Do you need that Pre-Game hype?


Samantha L. Quartuccio, Staff Writer

Athletes step into the gym, ready to make the most out of a workout, but the question stands: is the pre-workout worth it?

Those passionate about working out battle between concerns: will consuming pre-workout give one a euphoric feeling, or will mass amounts of caffeine pose potential danger? Pre-workout helps to remain alert and focused in the gym and complete tedious tasks according to Should You Drink Coffee Before Working Out? (

“I take pre-workout because it gives me a buzz. I love having that feeling when I work out. I get tingles down my body, and I feel like I can accomplish more. But sometimes, after my gym session, I crash. My body goes from having all this energy and strength, to feeling like a spaghetti noodle. That caffeine crash is definitely dependent on the pre-workout you take,” senior Megan Morris said. 

A pre-workout formula can be pure caffeine. However, most contain a combination of nutrients, such as creatine monohydrate, amino acids, B vitamins and electrolytes. These are all usual supplements found in sports nutrition, but it is helpful and convenient to have them all in one supplement. 

“Pre-workouts are stimulants by definition, which means they can create a diuretic effect that leads to dehydration. When using pre-workout supplements, you may need to take in additional water and electrolytes to maintain a balance. All my clients’ bodies react differently to pre work I had them try.”  NASM-certified personal trainer Liz Lotts said.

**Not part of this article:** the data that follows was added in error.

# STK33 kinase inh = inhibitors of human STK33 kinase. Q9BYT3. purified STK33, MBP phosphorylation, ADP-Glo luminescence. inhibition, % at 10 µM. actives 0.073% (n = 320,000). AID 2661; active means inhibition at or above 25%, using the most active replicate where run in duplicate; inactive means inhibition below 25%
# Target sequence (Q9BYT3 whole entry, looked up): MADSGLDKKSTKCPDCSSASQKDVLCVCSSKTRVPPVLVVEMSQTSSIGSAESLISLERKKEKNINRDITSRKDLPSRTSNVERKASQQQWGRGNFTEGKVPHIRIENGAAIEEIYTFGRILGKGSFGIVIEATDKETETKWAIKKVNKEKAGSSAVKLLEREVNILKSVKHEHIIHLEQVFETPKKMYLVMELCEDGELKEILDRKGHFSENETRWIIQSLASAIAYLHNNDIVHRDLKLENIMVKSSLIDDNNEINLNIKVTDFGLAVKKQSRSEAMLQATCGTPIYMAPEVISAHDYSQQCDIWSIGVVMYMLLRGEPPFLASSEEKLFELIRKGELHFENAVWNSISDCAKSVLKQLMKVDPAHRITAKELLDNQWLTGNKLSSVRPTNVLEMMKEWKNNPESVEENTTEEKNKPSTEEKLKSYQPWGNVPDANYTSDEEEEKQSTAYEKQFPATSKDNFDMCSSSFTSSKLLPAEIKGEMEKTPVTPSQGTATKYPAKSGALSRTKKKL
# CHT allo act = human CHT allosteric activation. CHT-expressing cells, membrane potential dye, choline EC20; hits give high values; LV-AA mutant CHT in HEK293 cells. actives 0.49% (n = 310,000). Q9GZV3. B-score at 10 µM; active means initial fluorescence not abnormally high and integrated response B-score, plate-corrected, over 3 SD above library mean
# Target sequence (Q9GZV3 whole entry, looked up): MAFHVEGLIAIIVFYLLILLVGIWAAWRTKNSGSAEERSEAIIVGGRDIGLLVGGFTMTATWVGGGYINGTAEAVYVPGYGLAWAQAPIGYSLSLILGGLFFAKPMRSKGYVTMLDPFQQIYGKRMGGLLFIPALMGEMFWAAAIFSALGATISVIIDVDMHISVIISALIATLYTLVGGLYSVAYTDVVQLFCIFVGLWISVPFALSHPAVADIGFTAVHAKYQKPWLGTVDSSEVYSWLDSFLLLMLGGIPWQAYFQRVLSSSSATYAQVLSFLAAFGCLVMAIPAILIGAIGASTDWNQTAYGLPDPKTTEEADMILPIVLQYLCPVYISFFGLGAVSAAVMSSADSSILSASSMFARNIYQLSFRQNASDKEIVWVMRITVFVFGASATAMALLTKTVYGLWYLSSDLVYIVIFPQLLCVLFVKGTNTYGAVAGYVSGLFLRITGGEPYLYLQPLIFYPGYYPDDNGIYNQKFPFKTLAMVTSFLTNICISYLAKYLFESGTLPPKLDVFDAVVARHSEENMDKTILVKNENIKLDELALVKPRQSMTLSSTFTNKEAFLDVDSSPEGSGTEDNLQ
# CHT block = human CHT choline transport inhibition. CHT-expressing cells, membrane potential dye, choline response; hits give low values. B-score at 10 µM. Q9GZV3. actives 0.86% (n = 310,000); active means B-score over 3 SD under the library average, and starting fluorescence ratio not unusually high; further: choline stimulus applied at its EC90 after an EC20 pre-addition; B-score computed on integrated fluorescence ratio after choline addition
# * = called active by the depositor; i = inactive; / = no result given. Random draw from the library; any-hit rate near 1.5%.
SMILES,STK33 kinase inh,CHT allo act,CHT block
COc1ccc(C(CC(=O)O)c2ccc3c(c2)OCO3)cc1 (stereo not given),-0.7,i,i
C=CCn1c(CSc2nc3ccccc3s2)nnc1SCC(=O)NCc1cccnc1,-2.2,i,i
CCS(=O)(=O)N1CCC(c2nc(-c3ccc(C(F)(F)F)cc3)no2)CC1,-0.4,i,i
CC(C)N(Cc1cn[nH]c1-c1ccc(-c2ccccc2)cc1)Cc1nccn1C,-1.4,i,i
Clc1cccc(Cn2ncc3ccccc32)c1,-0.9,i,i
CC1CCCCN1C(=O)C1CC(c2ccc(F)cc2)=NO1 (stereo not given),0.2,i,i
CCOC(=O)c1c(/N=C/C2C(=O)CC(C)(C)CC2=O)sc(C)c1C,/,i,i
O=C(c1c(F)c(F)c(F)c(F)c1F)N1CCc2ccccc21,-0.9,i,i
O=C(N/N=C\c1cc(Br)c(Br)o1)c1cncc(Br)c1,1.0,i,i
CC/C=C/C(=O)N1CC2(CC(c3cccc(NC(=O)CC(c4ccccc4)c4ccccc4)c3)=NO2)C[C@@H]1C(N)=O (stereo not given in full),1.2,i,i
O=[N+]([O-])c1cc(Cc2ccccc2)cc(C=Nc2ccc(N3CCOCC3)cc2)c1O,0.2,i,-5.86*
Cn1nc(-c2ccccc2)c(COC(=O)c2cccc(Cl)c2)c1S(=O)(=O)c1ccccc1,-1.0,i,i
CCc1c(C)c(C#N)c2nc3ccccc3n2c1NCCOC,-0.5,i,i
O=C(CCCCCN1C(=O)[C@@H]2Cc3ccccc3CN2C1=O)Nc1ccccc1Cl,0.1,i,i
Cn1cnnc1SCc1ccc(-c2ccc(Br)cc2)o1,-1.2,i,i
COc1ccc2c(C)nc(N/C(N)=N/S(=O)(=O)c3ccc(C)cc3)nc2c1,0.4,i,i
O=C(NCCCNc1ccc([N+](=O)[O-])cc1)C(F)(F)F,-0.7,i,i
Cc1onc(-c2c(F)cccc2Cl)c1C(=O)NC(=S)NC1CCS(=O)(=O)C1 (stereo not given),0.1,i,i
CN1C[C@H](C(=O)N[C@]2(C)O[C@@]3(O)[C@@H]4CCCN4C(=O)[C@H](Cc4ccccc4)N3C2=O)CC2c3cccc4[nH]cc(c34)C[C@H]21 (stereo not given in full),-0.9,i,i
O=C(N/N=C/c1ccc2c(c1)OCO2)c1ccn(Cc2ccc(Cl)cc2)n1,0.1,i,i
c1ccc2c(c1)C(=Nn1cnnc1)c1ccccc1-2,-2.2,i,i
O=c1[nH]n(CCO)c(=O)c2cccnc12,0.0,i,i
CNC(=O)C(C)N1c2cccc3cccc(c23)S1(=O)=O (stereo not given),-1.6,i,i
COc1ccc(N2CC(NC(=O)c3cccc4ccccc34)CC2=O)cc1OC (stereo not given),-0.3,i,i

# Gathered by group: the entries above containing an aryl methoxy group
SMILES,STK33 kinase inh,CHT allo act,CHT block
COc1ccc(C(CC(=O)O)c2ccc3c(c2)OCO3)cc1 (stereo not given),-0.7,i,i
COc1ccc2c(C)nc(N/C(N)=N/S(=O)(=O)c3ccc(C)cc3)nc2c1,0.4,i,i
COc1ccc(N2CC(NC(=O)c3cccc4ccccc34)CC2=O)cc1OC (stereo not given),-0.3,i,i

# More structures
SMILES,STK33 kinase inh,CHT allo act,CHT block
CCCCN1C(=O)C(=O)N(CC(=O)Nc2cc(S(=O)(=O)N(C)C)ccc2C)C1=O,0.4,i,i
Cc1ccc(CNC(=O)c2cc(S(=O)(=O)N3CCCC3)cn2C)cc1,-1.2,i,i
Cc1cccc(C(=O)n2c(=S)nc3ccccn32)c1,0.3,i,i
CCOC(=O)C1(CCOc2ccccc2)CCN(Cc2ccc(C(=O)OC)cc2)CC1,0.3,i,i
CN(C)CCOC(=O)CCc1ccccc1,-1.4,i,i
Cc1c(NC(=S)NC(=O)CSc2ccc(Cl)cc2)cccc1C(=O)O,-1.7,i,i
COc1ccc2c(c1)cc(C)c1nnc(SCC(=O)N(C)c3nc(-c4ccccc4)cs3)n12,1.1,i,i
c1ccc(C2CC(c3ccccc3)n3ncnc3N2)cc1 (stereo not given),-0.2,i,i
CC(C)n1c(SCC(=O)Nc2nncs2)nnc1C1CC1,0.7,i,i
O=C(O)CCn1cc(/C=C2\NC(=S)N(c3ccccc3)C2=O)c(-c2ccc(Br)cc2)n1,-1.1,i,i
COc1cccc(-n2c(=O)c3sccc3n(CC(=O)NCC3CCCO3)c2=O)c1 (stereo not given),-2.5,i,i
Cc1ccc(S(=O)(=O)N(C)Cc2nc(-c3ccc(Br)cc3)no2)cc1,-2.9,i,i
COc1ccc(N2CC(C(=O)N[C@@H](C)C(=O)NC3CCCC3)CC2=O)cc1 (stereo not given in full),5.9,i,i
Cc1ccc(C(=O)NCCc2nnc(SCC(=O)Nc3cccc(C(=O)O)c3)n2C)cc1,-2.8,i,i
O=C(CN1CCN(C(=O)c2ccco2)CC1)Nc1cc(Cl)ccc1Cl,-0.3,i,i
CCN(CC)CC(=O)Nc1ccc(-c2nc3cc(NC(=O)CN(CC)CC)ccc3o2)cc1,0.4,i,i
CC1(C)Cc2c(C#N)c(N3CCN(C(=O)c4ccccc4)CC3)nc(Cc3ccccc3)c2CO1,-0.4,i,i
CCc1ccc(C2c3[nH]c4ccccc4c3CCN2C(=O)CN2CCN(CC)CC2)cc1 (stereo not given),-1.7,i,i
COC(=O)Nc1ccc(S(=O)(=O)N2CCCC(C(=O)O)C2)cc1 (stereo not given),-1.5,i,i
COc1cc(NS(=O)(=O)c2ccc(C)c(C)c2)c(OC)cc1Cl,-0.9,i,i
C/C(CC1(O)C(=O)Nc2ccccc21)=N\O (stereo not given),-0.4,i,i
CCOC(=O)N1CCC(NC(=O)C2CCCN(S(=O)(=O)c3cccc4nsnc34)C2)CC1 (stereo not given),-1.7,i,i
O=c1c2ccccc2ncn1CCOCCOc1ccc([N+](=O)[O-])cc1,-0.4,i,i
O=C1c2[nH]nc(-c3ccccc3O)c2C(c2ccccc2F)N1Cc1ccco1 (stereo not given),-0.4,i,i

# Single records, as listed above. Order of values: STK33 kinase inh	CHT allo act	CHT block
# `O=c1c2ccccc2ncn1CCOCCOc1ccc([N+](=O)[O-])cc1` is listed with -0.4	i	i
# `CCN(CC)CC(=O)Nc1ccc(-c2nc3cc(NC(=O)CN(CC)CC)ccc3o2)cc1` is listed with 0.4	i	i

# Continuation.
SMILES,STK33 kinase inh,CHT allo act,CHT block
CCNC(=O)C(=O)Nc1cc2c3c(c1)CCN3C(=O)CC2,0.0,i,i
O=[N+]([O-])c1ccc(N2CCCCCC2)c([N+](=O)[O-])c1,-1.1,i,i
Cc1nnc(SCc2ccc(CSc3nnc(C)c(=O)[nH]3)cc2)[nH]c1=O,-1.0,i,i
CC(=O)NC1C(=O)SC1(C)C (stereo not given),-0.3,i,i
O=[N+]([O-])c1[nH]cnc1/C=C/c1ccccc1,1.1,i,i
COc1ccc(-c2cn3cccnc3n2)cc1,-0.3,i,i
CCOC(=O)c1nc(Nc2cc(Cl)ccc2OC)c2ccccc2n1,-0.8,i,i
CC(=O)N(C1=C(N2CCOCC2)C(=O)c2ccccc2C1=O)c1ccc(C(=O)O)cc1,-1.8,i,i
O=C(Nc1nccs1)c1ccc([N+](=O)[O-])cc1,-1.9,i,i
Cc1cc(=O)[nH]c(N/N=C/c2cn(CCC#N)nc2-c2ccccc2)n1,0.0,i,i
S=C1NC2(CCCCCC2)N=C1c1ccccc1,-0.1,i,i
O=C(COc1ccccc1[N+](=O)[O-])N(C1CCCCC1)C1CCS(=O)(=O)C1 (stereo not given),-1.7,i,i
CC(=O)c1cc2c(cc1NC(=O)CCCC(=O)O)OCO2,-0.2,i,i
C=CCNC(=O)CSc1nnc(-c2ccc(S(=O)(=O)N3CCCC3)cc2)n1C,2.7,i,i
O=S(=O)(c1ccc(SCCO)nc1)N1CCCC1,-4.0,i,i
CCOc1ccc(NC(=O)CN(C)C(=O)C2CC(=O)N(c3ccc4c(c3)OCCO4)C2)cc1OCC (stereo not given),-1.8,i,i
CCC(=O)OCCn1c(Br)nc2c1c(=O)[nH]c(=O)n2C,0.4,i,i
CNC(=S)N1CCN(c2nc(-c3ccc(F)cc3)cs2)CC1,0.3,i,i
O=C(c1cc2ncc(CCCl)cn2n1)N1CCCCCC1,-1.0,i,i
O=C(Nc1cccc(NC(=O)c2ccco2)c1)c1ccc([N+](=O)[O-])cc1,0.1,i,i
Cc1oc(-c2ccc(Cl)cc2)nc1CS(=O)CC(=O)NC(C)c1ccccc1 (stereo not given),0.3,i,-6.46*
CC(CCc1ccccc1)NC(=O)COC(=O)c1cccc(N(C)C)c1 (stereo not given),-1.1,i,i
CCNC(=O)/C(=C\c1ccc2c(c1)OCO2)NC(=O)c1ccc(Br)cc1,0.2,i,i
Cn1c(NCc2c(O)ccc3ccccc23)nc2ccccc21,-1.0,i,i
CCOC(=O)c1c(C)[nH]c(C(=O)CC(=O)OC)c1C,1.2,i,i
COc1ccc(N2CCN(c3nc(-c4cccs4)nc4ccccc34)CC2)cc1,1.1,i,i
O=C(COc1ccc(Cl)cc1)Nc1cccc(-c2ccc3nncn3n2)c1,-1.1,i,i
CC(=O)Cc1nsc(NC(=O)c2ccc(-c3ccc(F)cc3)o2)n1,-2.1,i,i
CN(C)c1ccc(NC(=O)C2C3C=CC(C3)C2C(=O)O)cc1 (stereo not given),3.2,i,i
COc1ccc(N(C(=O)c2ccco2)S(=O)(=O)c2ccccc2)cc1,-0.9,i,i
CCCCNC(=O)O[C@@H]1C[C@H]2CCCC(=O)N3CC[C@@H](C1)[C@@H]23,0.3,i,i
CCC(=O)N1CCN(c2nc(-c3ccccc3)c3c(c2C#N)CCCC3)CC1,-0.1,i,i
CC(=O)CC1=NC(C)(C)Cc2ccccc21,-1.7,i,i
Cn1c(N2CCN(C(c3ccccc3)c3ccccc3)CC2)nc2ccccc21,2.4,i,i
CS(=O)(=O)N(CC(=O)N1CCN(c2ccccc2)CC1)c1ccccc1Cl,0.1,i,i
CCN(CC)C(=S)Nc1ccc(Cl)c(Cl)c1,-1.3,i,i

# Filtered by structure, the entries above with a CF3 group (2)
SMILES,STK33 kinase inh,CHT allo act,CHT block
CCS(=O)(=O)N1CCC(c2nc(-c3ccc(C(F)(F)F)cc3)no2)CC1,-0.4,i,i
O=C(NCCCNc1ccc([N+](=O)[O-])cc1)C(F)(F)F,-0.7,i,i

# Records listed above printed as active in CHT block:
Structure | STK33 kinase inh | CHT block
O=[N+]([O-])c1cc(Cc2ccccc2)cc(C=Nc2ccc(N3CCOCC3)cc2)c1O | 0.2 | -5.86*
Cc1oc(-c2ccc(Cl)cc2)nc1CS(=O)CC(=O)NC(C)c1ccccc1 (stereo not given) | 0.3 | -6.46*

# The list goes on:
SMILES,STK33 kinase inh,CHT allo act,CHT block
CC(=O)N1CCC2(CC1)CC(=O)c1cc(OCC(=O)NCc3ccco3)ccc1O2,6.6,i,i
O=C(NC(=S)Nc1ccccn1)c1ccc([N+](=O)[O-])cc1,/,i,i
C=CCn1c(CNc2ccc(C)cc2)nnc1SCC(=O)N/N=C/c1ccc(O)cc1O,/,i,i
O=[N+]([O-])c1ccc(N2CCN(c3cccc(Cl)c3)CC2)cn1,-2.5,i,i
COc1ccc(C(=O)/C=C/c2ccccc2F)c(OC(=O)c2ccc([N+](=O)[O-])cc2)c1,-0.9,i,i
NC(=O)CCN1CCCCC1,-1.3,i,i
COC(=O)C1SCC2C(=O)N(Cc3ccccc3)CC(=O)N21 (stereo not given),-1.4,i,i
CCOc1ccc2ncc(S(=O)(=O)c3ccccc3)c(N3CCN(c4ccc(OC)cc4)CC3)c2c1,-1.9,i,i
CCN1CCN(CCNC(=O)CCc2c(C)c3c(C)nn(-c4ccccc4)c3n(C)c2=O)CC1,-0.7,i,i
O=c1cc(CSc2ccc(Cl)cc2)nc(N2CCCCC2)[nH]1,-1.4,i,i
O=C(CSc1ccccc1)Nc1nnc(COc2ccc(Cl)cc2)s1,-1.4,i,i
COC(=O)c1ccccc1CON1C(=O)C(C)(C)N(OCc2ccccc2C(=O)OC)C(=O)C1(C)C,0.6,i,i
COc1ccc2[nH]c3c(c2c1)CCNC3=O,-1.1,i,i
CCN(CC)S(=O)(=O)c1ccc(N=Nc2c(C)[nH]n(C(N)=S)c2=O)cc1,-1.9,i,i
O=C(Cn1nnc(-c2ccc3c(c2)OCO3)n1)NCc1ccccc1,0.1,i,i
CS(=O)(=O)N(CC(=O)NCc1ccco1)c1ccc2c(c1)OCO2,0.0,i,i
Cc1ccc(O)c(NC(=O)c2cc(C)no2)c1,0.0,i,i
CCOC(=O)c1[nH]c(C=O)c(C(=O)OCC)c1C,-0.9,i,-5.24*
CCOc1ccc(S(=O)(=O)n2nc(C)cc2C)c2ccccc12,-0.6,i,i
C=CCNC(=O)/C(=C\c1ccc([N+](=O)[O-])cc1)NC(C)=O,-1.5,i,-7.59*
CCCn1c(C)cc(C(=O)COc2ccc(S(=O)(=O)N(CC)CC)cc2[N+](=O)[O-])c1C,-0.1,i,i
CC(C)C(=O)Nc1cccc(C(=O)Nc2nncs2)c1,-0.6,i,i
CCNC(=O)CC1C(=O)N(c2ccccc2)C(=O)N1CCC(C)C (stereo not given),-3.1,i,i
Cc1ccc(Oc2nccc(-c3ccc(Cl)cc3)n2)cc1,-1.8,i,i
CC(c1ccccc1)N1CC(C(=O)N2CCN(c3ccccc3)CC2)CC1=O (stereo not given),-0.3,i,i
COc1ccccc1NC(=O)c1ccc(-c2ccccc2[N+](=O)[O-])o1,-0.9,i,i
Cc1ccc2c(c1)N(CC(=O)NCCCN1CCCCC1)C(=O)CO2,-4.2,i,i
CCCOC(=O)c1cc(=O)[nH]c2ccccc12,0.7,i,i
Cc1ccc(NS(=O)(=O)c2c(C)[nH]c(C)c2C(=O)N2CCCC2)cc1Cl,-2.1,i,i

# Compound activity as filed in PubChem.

For example, a human body needs amino acids to help build and repair muscles. It requires a balance in electrolytes as it loses them through sweat and dehydrating stimulants. 

“There’s been workouts where I took too much pre-workout and I got very sick to my stomach and would rather go without it. Sometimes working out without me even feels better,” junior Liam Duncan said. 

 Caffeine and other popular pre-workout add-ins stimulate the central nervous system. However, there comes a point when a nervous system cannot use all the energy given. This creates a shaky, tingly sensation that many people do not enjoy. 

“As a person who works out on a consistent basis, I feel pre-workout is totally ok. Different pre-workouts give you different feelings. Some make you jittery, some make you feel like you are going to puke and some just give you the little push you need. As long as you’re being safe, there’s no harm in taking a pre-workout,”  Morris said. 

 In this process, heart rate will also increase quite rapidly. This can be extremely risky for anyone with a pre-existing heart condition or vulnerability to anxiety or panic attacks. If one’s sensitive to caffeine or other stimulants, pre-workout may not hold benefits.